Doves are white and the sky is blue, but when I see red, do you see it too? Is it possible for two people to see the same objects in completely different colours?
Imagine that you and your partner, arm in arm, look at the sunset, where the horizon is fretted with golden fire and the deep blue night encroaches from the opposite side of the sky. “What beautiful colours”, you say, and they concur. But what if your partner’s perception of this serene beauty is not the same as yours? The two of you may like what you’ll see yet holding different experiences. You might see a vivid, rich blue while the other sees a pale imitation blue. Maybe the other person doesn’t see blue at all.
As we know, colour is an illusion. It is our perception rather than outer reality. Our colour vision starts with the sensors in the back of the eye that turns light information into electrical signals in the brain – these are called photo-receptors or con cells. We have different kinds of these, and most people have three different photoreceptors – blue, green and red respectively.
Most mammals (including dogs) have only two kinds of photo-receptors, blue and yellow while birds and certain reptiles have four including all three colours along with ultraviolet spectra. All this colour information is combined to allow us to perceive a full range of colours which is why we are able to see millions of them.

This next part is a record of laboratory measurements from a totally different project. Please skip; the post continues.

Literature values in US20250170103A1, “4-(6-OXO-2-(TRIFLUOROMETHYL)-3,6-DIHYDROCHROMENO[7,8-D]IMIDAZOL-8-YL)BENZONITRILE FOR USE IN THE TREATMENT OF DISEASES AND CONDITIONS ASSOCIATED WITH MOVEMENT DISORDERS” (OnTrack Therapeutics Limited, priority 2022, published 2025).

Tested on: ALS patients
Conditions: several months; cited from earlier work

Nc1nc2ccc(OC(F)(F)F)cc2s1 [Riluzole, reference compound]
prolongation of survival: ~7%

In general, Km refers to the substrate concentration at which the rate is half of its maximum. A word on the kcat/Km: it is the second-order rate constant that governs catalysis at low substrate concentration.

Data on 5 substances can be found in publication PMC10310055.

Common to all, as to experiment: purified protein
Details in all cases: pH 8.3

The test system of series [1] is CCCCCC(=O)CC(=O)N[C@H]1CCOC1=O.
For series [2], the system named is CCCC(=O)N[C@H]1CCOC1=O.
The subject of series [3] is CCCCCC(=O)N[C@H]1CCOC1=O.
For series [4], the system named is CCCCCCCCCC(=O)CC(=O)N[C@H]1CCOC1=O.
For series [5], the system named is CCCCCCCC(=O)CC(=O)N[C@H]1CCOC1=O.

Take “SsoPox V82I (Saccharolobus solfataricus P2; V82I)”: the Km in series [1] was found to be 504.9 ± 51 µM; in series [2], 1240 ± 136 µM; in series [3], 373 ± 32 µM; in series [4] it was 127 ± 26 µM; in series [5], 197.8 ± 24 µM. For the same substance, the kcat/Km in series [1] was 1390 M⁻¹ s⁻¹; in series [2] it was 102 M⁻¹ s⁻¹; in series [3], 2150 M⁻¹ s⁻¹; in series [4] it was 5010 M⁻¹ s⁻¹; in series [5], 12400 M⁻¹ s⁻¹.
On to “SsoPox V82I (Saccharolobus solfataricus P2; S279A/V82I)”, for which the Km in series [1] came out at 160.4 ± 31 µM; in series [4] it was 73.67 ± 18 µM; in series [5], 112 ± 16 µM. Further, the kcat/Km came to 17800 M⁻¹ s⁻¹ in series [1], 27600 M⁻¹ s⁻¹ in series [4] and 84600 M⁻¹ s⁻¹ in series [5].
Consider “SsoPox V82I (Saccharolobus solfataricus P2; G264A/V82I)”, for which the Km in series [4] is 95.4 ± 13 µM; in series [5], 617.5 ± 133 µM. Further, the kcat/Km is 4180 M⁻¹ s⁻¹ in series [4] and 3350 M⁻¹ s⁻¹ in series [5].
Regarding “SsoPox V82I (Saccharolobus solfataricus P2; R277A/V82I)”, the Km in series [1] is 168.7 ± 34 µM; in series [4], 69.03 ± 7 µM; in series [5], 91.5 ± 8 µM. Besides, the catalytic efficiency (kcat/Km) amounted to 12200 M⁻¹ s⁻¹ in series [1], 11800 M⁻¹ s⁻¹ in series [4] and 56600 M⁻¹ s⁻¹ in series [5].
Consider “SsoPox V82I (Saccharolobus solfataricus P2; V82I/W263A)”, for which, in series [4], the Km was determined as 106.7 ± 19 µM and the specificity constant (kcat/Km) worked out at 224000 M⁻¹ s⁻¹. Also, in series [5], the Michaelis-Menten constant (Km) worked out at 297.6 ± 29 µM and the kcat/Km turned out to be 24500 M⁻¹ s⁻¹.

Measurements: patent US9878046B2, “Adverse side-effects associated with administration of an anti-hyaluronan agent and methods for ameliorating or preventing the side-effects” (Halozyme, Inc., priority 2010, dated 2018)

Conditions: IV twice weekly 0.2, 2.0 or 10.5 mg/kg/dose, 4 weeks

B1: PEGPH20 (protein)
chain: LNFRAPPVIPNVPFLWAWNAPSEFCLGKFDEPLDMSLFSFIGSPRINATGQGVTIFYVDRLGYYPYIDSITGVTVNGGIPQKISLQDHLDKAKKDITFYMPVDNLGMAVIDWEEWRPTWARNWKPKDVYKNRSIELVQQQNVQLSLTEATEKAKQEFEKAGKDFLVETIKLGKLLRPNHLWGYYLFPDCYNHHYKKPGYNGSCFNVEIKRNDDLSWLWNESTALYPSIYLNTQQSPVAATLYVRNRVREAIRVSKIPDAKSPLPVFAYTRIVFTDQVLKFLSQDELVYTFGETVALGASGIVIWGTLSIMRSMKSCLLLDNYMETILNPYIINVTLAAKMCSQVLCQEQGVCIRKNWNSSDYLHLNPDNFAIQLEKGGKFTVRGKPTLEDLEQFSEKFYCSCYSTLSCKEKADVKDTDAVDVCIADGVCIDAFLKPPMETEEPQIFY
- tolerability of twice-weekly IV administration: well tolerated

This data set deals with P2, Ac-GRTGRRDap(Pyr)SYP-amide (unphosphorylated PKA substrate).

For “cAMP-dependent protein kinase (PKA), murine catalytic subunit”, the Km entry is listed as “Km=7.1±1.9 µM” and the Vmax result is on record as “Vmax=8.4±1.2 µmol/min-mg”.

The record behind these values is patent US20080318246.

We are aware that certain people do see colour differently like people who are colour-blind. At the other end of the scale, some people have a particularly heightened sensitivity to colour. Scientists call them Tetrachromats which means, they possess four colour photoreceptors instead of three. Now these humans have no superpowers and cannot see colours beyond their realm of understanding. However, they have an increased sensitivity for red and green colours. In other words, they can easily distinguish between summer-grass-green from Spanish-lime-green while we are ultimately colour-blind to them.
So how did this philosophy of us possibly perceiving different colours emerge? The number of cons or photo-receptors in people’s eye varies hugely and these cons aren’t evenly distributed. One person may have more of red cons while another person may have more of blue. This means that the brain is more instrumental in decoding colours in actual. It steps in, analyses information and helps us sort everything out. This introduces a lot of doubt.
Our brain is this pattern making machine that is constantly filling in missing information to keep us running smoothly for the day. And what’s interesting about colour is that the more you learn it the more you see variations in it. For instance, we all know the colour pink. But as we expose ourselves to more colours, we learn to differentiate between magenta pink, hot pink, rose pink, and so on.
However, researchers have turned off this tenet by claiming that certain colours evoke similar emotional responses. For instance, blue is calm, red is strong whereas orange is energetic and thus we probably see the same colours. But does this theory satisfy the curiosity of knowing if your red is the same as mine?
So the answer to the aforementioned question is – NOBODY knows. Your red may or may not be my red. But it doesn’t really matter because; we all can look at the blue sky or the purple sunset and experience more or less the same thing. We might not all see colours the same way keeping the fact that we are all humans. And though we might not be on the same colour, until we find out, we are more likely on the same page.
Crafted with brevity for select stories to make certain you see what others don't; sent every Friday
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